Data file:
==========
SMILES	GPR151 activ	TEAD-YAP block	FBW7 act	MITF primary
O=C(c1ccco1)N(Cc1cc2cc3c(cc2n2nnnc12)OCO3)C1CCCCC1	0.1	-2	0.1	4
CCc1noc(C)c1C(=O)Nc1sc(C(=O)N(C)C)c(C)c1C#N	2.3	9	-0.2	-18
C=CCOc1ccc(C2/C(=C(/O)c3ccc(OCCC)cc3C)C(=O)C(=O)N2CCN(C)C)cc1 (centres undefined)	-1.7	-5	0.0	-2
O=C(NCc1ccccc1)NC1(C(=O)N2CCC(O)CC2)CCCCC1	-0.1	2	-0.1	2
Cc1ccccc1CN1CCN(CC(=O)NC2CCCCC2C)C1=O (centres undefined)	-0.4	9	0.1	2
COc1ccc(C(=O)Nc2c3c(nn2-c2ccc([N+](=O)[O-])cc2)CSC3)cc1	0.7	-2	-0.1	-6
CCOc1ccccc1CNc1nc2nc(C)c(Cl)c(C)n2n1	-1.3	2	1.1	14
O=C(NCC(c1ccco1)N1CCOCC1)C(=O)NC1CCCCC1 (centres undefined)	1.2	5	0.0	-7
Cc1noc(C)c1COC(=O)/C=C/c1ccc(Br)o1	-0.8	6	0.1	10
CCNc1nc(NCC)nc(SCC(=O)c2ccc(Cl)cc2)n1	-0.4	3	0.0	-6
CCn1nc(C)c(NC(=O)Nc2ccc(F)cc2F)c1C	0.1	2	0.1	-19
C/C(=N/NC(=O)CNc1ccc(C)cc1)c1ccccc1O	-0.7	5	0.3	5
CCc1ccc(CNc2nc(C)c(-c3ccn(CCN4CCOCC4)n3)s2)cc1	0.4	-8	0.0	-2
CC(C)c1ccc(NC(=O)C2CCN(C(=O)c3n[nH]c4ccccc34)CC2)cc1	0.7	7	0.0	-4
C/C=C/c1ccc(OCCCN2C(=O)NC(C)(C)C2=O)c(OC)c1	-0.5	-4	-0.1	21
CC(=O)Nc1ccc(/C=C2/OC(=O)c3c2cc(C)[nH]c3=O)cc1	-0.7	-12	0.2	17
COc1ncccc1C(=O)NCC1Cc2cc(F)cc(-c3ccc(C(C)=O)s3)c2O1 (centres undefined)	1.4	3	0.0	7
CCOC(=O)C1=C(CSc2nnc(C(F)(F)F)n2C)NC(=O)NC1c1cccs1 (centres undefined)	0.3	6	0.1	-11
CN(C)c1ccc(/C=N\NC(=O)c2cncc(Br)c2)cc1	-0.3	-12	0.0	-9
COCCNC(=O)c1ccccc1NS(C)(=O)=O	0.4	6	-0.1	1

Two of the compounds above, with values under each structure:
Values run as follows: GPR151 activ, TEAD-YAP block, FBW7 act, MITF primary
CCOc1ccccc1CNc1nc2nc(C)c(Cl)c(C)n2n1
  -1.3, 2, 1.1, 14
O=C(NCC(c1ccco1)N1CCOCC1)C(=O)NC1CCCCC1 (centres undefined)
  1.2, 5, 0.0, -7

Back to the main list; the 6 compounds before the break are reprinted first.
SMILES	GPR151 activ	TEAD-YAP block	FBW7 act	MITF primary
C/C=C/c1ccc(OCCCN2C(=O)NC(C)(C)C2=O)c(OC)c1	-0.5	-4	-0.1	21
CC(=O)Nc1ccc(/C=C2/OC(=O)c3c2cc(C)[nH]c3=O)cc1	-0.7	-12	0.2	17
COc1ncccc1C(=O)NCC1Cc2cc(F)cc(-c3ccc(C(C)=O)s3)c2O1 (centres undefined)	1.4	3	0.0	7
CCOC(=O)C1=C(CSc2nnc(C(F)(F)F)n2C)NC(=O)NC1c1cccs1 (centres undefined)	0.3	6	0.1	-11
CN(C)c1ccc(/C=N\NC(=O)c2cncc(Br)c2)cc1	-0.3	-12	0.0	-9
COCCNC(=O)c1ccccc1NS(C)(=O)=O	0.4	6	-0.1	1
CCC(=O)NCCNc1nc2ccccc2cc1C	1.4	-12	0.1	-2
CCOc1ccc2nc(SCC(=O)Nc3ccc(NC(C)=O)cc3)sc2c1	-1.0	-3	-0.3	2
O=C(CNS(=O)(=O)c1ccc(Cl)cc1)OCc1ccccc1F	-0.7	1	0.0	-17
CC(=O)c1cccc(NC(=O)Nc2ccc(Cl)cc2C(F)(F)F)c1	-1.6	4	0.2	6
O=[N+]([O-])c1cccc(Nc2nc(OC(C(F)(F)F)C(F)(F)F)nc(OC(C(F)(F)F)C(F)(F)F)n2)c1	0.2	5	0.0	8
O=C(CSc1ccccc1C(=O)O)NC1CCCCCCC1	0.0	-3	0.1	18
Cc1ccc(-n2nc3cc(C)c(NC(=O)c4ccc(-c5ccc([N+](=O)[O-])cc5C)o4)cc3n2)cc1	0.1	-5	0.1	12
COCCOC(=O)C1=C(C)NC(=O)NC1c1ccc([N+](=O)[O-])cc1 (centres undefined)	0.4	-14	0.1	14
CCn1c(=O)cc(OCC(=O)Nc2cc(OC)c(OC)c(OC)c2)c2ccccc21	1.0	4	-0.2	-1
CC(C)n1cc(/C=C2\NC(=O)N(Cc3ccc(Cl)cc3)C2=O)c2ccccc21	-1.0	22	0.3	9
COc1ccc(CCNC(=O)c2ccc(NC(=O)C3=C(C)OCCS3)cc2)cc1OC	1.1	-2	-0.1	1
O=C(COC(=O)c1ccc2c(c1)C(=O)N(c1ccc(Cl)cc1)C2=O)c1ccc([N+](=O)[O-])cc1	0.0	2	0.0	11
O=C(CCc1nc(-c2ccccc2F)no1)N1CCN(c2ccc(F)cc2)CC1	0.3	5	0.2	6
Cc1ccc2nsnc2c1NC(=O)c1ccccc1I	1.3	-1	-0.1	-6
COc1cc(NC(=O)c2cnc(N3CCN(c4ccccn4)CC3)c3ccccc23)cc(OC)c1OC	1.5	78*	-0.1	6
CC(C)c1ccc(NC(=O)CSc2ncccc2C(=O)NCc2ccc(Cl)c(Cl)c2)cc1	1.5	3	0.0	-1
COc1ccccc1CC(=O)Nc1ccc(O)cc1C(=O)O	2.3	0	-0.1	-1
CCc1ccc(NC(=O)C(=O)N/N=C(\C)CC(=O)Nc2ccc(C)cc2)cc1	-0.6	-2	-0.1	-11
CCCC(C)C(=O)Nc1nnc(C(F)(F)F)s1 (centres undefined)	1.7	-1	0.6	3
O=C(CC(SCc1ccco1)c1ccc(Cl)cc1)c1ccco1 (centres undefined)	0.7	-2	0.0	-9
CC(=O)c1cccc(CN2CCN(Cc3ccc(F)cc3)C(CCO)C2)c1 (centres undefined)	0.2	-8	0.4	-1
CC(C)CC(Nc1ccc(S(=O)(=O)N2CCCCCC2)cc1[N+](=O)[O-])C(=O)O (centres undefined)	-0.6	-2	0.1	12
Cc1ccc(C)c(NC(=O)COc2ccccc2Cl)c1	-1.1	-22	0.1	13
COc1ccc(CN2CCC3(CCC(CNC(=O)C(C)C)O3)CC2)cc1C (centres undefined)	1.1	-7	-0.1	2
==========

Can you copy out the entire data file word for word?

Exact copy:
SMILES	GPR151 activ	TEAD-YAP block	FBW7 act	MITF primary
O=C(c1ccco1)N(Cc1cc2cc3c(cc2n2nnnc12)OCO3)C1CCCCC1	0.1	-2	0.1	4
CCc1noc(C)c1C(=O)Nc1sc(C(=O)N(C)C)c(C)c1C#N	2.3	9	-0.2	-18
C=CCOc1ccc(C2/C(=C(/O)c3ccc(OCCC)cc3C)C(=O)C(=O)N2CCN(C)C)cc1 (centres undefined)	-1.7	-5	0.0	-2
O=C(NCc1ccccc1)NC1(C(=O)N2CCC(O)CC2)CCCCC1	-0.1	2	-0.1	2
Cc1ccccc1CN1CCN(CC(=O)NC2CCCCC2C)C1=O (centres undefined)	-0.4	9	0.1	2
COc1ccc(C(=O)Nc2c3c(nn2-c2ccc([N+](=O)[O-])cc2)CSC3)cc1	0.7	-2	-0.1	-6
CCOc1ccccc1CNc1nc2nc(C)c(Cl)c(C)n2n1	-1.3	2	1.1	14
O=C(NCC(c1ccco1)N1CCOCC1)C(=O)NC1CCCCC1 (centres undefined)	1.2	5	0.0	-7
Cc1noc(C)c1COC(=O)/C=C/c1ccc(Br)o1	-0.8	6	0.1	10
CCNc1nc(NCC)nc(SCC(=O)c2ccc(Cl)cc2)n1	-0.4	3	0.0	-6
CCn1nc(C)c(NC(=O)Nc2ccc(F)cc2F)c1C	0.1	2	0.1	-19
C/C(=N/NC(=O)CNc1ccc(C)cc1)c1ccccc1O	-0.7	5	0.3	5
CCc1ccc(CNc2nc(C)c(-c3ccn(CCN4CCOCC4)n3)s2)cc1	0.4	-8	0.0	-2
CC(C)c1ccc(NC(=O)C2CCN(C(=O)c3n[nH]c4ccccc34)CC2)cc1	0.7	7	0.0	-4
C/C=C/c1ccc(OCCCN2C(=O)NC(C)(C)C2=O)c(OC)c1	-0.5	-4	-0.1	21
CC(=O)Nc1ccc(/C=C2/OC(=O)c3c2cc(C)[nH]c3=O)cc1	-0.7	-12	0.2	17
COc1ncccc1C(=O)NCC1Cc2cc(F)cc(-c3ccc(C(C)=O)s3)c2O1 (centres undefined)	1.4	3	0.0	7
CCOC(=O)C1=C(CSc2nnc(C(F)(F)F)n2C)NC(=O)NC1c1cccs1 (centres undefined)	0.3	6	0.1	-11
CN(C)c1ccc(/C=N\NC(=O)c2cncc(Br)c2)cc1	-0.3	-12	0.0	-9
COCCNC(=O)c1ccccc1NS(C)(=O)=O	0.4	6	-0.1	1

Two of the compounds above, with values under each structure:
Values run as follows: GPR151 activ, TEAD-YAP block, FBW7 act, MITF primary
CCOc1ccccc1CNc1nc2nc(C)c(Cl)c(C)n2n1
  -1.3, 2, 1.1, 14
O=C(NCC(c1ccco1)N1CCOCC1)C(=O)NC1CCCCC1 (centres undefined)
  1.2, 5, 0.0, -7

Back to the main list; the 6 compounds before the break are reprinted first.
SMILES	GPR151 activ	TEAD-YAP block	FBW7 act	MITF primary
C/C=C/c1ccc(OCCCN2C(=O)NC(C)(C)C2=O)c(OC)c1	-0.5	-4	-0.1	21
CC(=O)Nc1ccc(/C=C2/OC(=O)c3c2cc(C)[nH]c3=O)cc1	-0.7	-12	0.2	17
COc1ncccc1C(=O)NCC1Cc2cc(F)cc(-c3ccc(C(C)=O)s3)c2O1 (centres undefined)	1.4	3	0.0	7
CCOC(=O)C1=C(CSc2nnc(C(F)(F)F)n2C)NC(=O)NC1c1cccs1 (centres undefined)	0.3	6	0.1	-11
CN(C)c1ccc(/C=N\NC(=O)c2cncc(Br)c2)cc1	-0.3	-12	0.0	-9
COCCNC(=O)c1ccccc1NS(C)(=O)=O	0.4	6	-0.1	1
CCC(=O)NCCNc1nc2ccccc2cc1C	1.4	-12	0.1	-2
CCOc1ccc2nc(SCC(=O)Nc3ccc(NC(C)=O)cc3)sc2c1	-1.0	-3	-0.3	2
O=C(CNS(=O)(=O)c1ccc(Cl)cc1)OCc1ccccc1F	-0.7	1	0.0	-17
CC(=O)c1cccc(NC(=O)Nc2ccc(Cl)cc2C(F)(F)F)c1	-1.6	4	0.2	6
O=[N+]([O-])c1cccc(Nc2nc(OC(C(F)(F)F)C(F)(F)F)nc(OC(C(F)(F)F)C(F)(F)F)n2)c1	0.2	5	0.0	8
O=C(CSc1ccccc1C(=O)O)NC1CCCCCCC1	0.0	-3	0.1	18
Cc1ccc(-n2nc3cc(C)c(NC(=O)c4ccc(-c5ccc([N+](=O)[O-])cc5C)o4)cc3n2)cc1	0.1	-5	0.1	12
COCCOC(=O)C1=C(C)NC(=O)NC1c1ccc([N+](=O)[O-])cc1 (centres undefined)	0.4	-14	0.1	14
CCn1c(=O)cc(OCC(=O)Nc2cc(OC)c(OC)c(OC)c2)c2ccccc21	1.0	4	-0.2	-1
CC(C)n1cc(/C=C2\NC(=O)N(Cc3ccc(Cl)cc3)C2=O)c2ccccc21	-1.0	22	0.3	9
COc1ccc(CCNC(=O)c2ccc(NC(=O)C3=C(C)OCCS3)cc2)cc1OC	1.1	-2	-0.1	1
O=C(COC(=O)c1ccc2c(c1)C(=O)N(c1ccc(Cl)cc1)C2=O)c1ccc([N+](=O)[O-])cc1	0.0	2	0.0	11
O=C(CCc1nc(-c2ccccc2F)no1)N1CCN(c2ccc(F)cc2)CC1	0.3	5	0.2	6
Cc1ccc2nsnc2c1NC(=O)c1ccccc1I	1.3	-1	-0.1	-6
COc1cc(NC(=O)c2cnc(N3CCN(c4ccccn4)CC3)c3ccccc23)cc(OC)c1OC	1.5	78*	-0.1	6
CC(C)c1ccc(NC(=O)CSc2ncccc2C(=O)NCc2ccc(Cl)c(Cl)c2)cc1	1.5	3	0.0	-1
COc1ccccc1CC(=O)Nc1ccc(O)cc1C(=O)O	2.3	0	-0.1	-1
CCc1ccc(NC(=O)C(=O)N/N=C(\C)CC(=O)Nc2ccc(C)cc2)cc1	-0.6	-2	-0.1	-11
CCCC(C)C(=O)Nc1nnc(C(F)(F)F)s1 (centres undefined)	1.7	-1	0.6	3
O=C(CC(SCc1ccco1)c1ccc(Cl)cc1)c1ccco1 (centres undefined)	0.7	-2	0.0	-9
CC(=O)c1cccc(CN2CCN(Cc3ccc(F)cc3)C(CCO)C2)c1 (centres undefined)	0.2	-8	0.4	-1
CC(C)CC(Nc1ccc(S(=O)(=O)N2CCCCCC2)cc1[N+](=O)[O-])C(=O)O (centres undefined)	-0.6	-2	0.1	12
Cc1ccc(C)c(NC(=O)COc2ccccc2Cl)c1	-1.1	-22	0.1	13
COc1ccc(CN2CCC3(CCC(CNC(=O)C(C)C)O3)CC2)cc1C (centres undefined)	1.1	-7	-0.1	2